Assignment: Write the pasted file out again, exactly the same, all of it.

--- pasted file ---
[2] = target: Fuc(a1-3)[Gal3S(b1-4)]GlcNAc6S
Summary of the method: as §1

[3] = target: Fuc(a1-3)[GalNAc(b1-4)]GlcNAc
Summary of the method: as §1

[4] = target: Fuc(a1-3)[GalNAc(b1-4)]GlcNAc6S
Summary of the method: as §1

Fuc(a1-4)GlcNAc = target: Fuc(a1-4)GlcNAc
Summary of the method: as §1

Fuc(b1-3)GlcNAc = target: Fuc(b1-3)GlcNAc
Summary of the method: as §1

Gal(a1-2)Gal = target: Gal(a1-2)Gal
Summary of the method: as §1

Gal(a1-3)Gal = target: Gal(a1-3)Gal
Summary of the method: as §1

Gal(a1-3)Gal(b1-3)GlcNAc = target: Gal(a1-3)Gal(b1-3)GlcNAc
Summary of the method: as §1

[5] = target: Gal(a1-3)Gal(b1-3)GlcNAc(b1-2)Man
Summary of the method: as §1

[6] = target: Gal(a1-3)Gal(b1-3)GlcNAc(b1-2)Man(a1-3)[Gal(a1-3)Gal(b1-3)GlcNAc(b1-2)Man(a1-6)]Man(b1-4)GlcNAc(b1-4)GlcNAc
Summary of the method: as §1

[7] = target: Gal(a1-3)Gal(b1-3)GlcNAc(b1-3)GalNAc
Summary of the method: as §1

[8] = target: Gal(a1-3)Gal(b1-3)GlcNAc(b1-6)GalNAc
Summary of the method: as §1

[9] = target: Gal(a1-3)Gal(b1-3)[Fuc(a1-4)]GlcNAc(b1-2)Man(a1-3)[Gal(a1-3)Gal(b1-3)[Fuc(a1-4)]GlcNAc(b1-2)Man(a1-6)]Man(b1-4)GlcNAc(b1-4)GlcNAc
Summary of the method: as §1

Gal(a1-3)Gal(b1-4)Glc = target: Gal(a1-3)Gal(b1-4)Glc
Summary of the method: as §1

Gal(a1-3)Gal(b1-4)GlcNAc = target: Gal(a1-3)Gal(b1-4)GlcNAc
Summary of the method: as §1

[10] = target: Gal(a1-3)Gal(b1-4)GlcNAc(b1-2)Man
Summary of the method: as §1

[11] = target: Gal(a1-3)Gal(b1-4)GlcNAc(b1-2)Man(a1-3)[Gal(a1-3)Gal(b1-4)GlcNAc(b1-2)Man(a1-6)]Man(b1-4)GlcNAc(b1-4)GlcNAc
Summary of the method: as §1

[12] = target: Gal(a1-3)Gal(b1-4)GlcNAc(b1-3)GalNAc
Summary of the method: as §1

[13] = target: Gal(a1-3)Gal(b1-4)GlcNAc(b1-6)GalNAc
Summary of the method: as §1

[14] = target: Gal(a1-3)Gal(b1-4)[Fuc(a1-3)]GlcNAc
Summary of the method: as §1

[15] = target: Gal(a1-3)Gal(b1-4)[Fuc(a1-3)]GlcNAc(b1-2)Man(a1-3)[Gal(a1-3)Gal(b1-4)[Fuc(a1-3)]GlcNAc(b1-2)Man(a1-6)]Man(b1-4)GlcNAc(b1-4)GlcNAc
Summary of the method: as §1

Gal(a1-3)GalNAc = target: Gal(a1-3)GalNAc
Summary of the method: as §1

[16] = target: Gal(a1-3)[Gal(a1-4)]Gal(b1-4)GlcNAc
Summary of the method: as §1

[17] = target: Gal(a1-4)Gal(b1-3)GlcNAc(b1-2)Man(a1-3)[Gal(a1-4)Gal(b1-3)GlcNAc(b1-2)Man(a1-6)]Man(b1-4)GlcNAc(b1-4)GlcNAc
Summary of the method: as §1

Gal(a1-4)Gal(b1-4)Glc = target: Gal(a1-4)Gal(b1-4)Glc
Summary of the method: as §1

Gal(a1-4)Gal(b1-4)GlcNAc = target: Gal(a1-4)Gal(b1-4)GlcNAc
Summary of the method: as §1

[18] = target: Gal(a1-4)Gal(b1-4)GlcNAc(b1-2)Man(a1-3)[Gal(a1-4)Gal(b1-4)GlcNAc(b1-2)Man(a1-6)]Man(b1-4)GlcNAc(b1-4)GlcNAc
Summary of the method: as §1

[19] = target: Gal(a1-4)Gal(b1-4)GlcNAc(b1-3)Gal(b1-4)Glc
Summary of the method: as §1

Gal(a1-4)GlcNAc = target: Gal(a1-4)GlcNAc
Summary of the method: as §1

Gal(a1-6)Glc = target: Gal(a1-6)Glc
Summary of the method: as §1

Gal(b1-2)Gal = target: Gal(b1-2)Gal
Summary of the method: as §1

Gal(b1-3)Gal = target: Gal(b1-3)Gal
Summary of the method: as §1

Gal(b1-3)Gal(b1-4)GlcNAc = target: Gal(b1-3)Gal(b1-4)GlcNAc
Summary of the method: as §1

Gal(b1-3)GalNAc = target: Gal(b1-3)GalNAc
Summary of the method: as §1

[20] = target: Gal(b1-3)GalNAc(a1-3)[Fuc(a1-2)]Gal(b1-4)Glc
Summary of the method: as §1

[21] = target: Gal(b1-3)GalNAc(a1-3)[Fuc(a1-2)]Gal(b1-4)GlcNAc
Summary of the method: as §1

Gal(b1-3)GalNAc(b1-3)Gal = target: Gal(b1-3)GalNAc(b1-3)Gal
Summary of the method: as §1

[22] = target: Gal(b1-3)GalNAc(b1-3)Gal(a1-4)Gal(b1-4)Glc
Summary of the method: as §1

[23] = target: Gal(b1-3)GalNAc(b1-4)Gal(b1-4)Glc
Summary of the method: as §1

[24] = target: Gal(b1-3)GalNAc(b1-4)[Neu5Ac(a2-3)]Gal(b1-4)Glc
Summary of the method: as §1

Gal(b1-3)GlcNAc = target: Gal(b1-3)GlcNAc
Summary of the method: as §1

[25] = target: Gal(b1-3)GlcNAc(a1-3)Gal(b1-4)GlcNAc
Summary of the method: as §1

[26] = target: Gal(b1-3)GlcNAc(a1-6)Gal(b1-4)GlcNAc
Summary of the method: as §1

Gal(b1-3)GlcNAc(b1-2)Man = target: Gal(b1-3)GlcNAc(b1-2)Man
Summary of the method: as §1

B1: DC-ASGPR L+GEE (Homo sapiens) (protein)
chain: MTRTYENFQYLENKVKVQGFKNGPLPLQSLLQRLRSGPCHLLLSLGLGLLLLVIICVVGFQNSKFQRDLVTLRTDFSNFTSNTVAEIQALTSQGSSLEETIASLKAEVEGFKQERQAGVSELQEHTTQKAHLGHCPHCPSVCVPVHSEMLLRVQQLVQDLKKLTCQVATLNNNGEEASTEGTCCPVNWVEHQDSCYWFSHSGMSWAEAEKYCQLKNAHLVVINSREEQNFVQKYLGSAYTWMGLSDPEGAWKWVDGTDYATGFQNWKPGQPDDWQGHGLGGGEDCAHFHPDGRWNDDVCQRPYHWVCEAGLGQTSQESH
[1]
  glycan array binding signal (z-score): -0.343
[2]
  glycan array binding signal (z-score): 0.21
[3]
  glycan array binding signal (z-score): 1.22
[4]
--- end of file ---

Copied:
[2] = target: Fuc(a1-3)[Gal3S(b1-4)]GlcNAc6S
Summary of the method: as §1

[3] = target: Fuc(a1-3)[GalNAc(b1-4)]GlcNAc
Summary of the method: as §1

[4] = target: Fuc(a1-3)[GalNAc(b1-4)]GlcNAc6S
Summary of the method: as §1

Fuc(a1-4)GlcNAc = target: Fuc(a1-4)GlcNAc
Summary of the method: as §1

Fuc(b1-3)GlcNAc = target: Fuc(b1-3)GlcNAc
Summary of the method: as §1

Gal(a1-2)Gal = target: Gal(a1-2)Gal
Summary of the method: as §1

Gal(a1-3)Gal = target: Gal(a1-3)Gal
Summary of the method: as §1

Gal(a1-3)Gal(b1-3)GlcNAc = target: Gal(a1-3)Gal(b1-3)GlcNAc
Summary of the method: as §1

[5] = target: Gal(a1-3)Gal(b1-3)GlcNAc(b1-2)Man
Summary of the method: as §1

[6] = target: Gal(a1-3)Gal(b1-3)GlcNAc(b1-2)Man(a1-3)[Gal(a1-3)Gal(b1-3)GlcNAc(b1-2)Man(a1-6)]Man(b1-4)GlcNAc(b1-4)GlcNAc
Summary of the method: as §1

[7] = target: Gal(a1-3)Gal(b1-3)GlcNAc(b1-3)GalNAc
Summary of the method: as §1

[8] = target: Gal(a1-3)Gal(b1-3)GlcNAc(b1-6)GalNAc
Summary of the method: as §1

[9] = target: Gal(a1-3)Gal(b1-3)[Fuc(a1-4)]GlcNAc(b1-2)Man(a1-3)[Gal(a1-3)Gal(b1-3)[Fuc(a1-4)]GlcNAc(b1-2)Man(a1-6)]Man(b1-4)GlcNAc(b1-4)GlcNAc
Summary of the method: as §1

Gal(a1-3)Gal(b1-4)Glc = target: Gal(a1-3)Gal(b1-4)Glc
Summary of the method: as §1

Gal(a1-3)Gal(b1-4)GlcNAc = target: Gal(a1-3)Gal(b1-4)GlcNAc
Summary of the method: as §1

[10] = target: Gal(a1-3)Gal(b1-4)GlcNAc(b1-2)Man
Summary of the method: as §1

[11] = target: Gal(a1-3)Gal(b1-4)GlcNAc(b1-2)Man(a1-3)[Gal(a1-3)Gal(b1-4)GlcNAc(b1-2)Man(a1-6)]Man(b1-4)GlcNAc(b1-4)GlcNAc
Summary of the method: as §1

[12] = target: Gal(a1-3)Gal(b1-4)GlcNAc(b1-3)GalNAc
Summary of the method: as §1

[13] = target: Gal(a1-3)Gal(b1-4)GlcNAc(b1-6)GalNAc
Summary of the method: as §1

[14] = target: Gal(a1-3)Gal(b1-4)[Fuc(a1-3)]GlcNAc
Summary of the method: as §1

[15] = target: Gal(a1-3)Gal(b1-4)[Fuc(a1-3)]GlcNAc(b1-2)Man(a1-3)[Gal(a1-3)Gal(b1-4)[Fuc(a1-3)]GlcNAc(b1-2)Man(a1-6)]Man(b1-4)GlcNAc(b1-4)GlcNAc
Summary of the method: as §1

Gal(a1-3)GalNAc = target: Gal(a1-3)GalNAc
Summary of the method: as §1

[16] = target: Gal(a1-3)[Gal(a1-4)]Gal(b1-4)GlcNAc
Summary of the method: as §1

[17] = target: Gal(a1-4)Gal(b1-3)GlcNAc(b1-2)Man(a1-3)[Gal(a1-4)Gal(b1-3)GlcNAc(b1-2)Man(a1-6)]Man(b1-4)GlcNAc(b1-4)GlcNAc
Summary of the method: as §1

Gal(a1-4)Gal(b1-4)Glc = target: Gal(a1-4)Gal(b1-4)Glc
Summary of the method: as §1

Gal(a1-4)Gal(b1-4)GlcNAc = target: Gal(a1-4)Gal(b1-4)GlcNAc
Summary of the method: as §1

[18] = target: Gal(a1-4)Gal(b1-4)GlcNAc(b1-2)Man(a1-3)[Gal(a1-4)Gal(b1-4)GlcNAc(b1-2)Man(a1-6)]Man(b1-4)GlcNAc(b1-4)GlcNAc
Summary of the method: as §1

[19] = target: Gal(a1-4)Gal(b1-4)GlcNAc(b1-3)Gal(b1-4)Glc
Summary of the method: as §1

Gal(a1-4)GlcNAc = target: Gal(a1-4)GlcNAc
Summary of the method: as §1

Gal(a1-6)Glc = target: Gal(a1-6)Glc
Summary of the method: as §1

Gal(b1-2)Gal = target: Gal(b1-2)Gal
Summary of the method: as §1

Gal(b1-3)Gal = target: Gal(b1-3)Gal
Summary of the method: as §1

Gal(b1-3)Gal(b1-4)GlcNAc = target: Gal(b1-3)Gal(b1-4)GlcNAc
Summary of the method: as §1

Gal(b1-3)GalNAc = target: Gal(b1-3)GalNAc
Summary of the method: as §1

[20] = target: Gal(b1-3)GalNAc(a1-3)[Fuc(a1-2)]Gal(b1-4)Glc
Summary of the method: as §1

[21] = target: Gal(b1-3)GalNAc(a1-3)[Fuc(a1-2)]Gal(b1-4)GlcNAc
Summary of the method: as §1

Gal(b1-3)GalNAc(b1-3)Gal = target: Gal(b1-3)GalNAc(b1-3)Gal
Summary of the method: as §1

[22] = target: Gal(b1-3)GalNAc(b1-3)Gal(a1-4)Gal(b1-4)Glc
Summary of the method: as §1

[23] = target: Gal(b1-3)GalNAc(b1-4)Gal(b1-4)Glc
Summary of the method: as §1

[24] = target: Gal(b1-3)GalNAc(b1-4)[Neu5Ac(a2-3)]Gal(b1-4)Glc
Summary of the method: as §1

Gal(b1-3)GlcNAc = target: Gal(b1-3)GlcNAc
Summary of the method: as §1

[25] = target: Gal(b1-3)GlcNAc(a1-3)Gal(b1-4)GlcNAc
Summary of the method: as §1

[26] = target: Gal(b1-3)GlcNAc(a1-6)Gal(b1-4)GlcNAc
Summary of the method: as §1

Gal(b1-3)GlcNAc(b1-2)Man = target: Gal(b1-3)GlcNAc(b1-2)Man
Summary of the method: as §1

B1: DC-ASGPR L+GEE (Homo sapiens) (protein)
chain: MTRTYENFQYLENKVKVQGFKNGPLPLQSLLQRLRSGPCHLLLSLGLGLLLLVIICVVGFQNSKFQRDLVTLRTDFSNFTSNTVAEIQALTSQGSSLEETIASLKAEVEGFKQERQAGVSELQEHTTQKAHLGHCPHCPSVCVPVHSEMLLRVQQLVQDLKKLTCQVATLNNNGEEASTEGTCCPVNWVEHQDSCYWFSHSGMSWAEAEKYCQLKNAHLVVINSREEQNFVQKYLGSAYTWMGLSDPEGAWKWVDGTDYATGFQNWKPGQPDDWQGHGLGGGEDCAHFHPDGRWNDDVCQRPYHWVCEAGLGQTSQESH
[1]
  glycan array binding signal (z-score): -0.343
[2]
  glycan array binding signal (z-score): 0.21
[3]
  glycan array binding signal (z-score): 1.22
[4]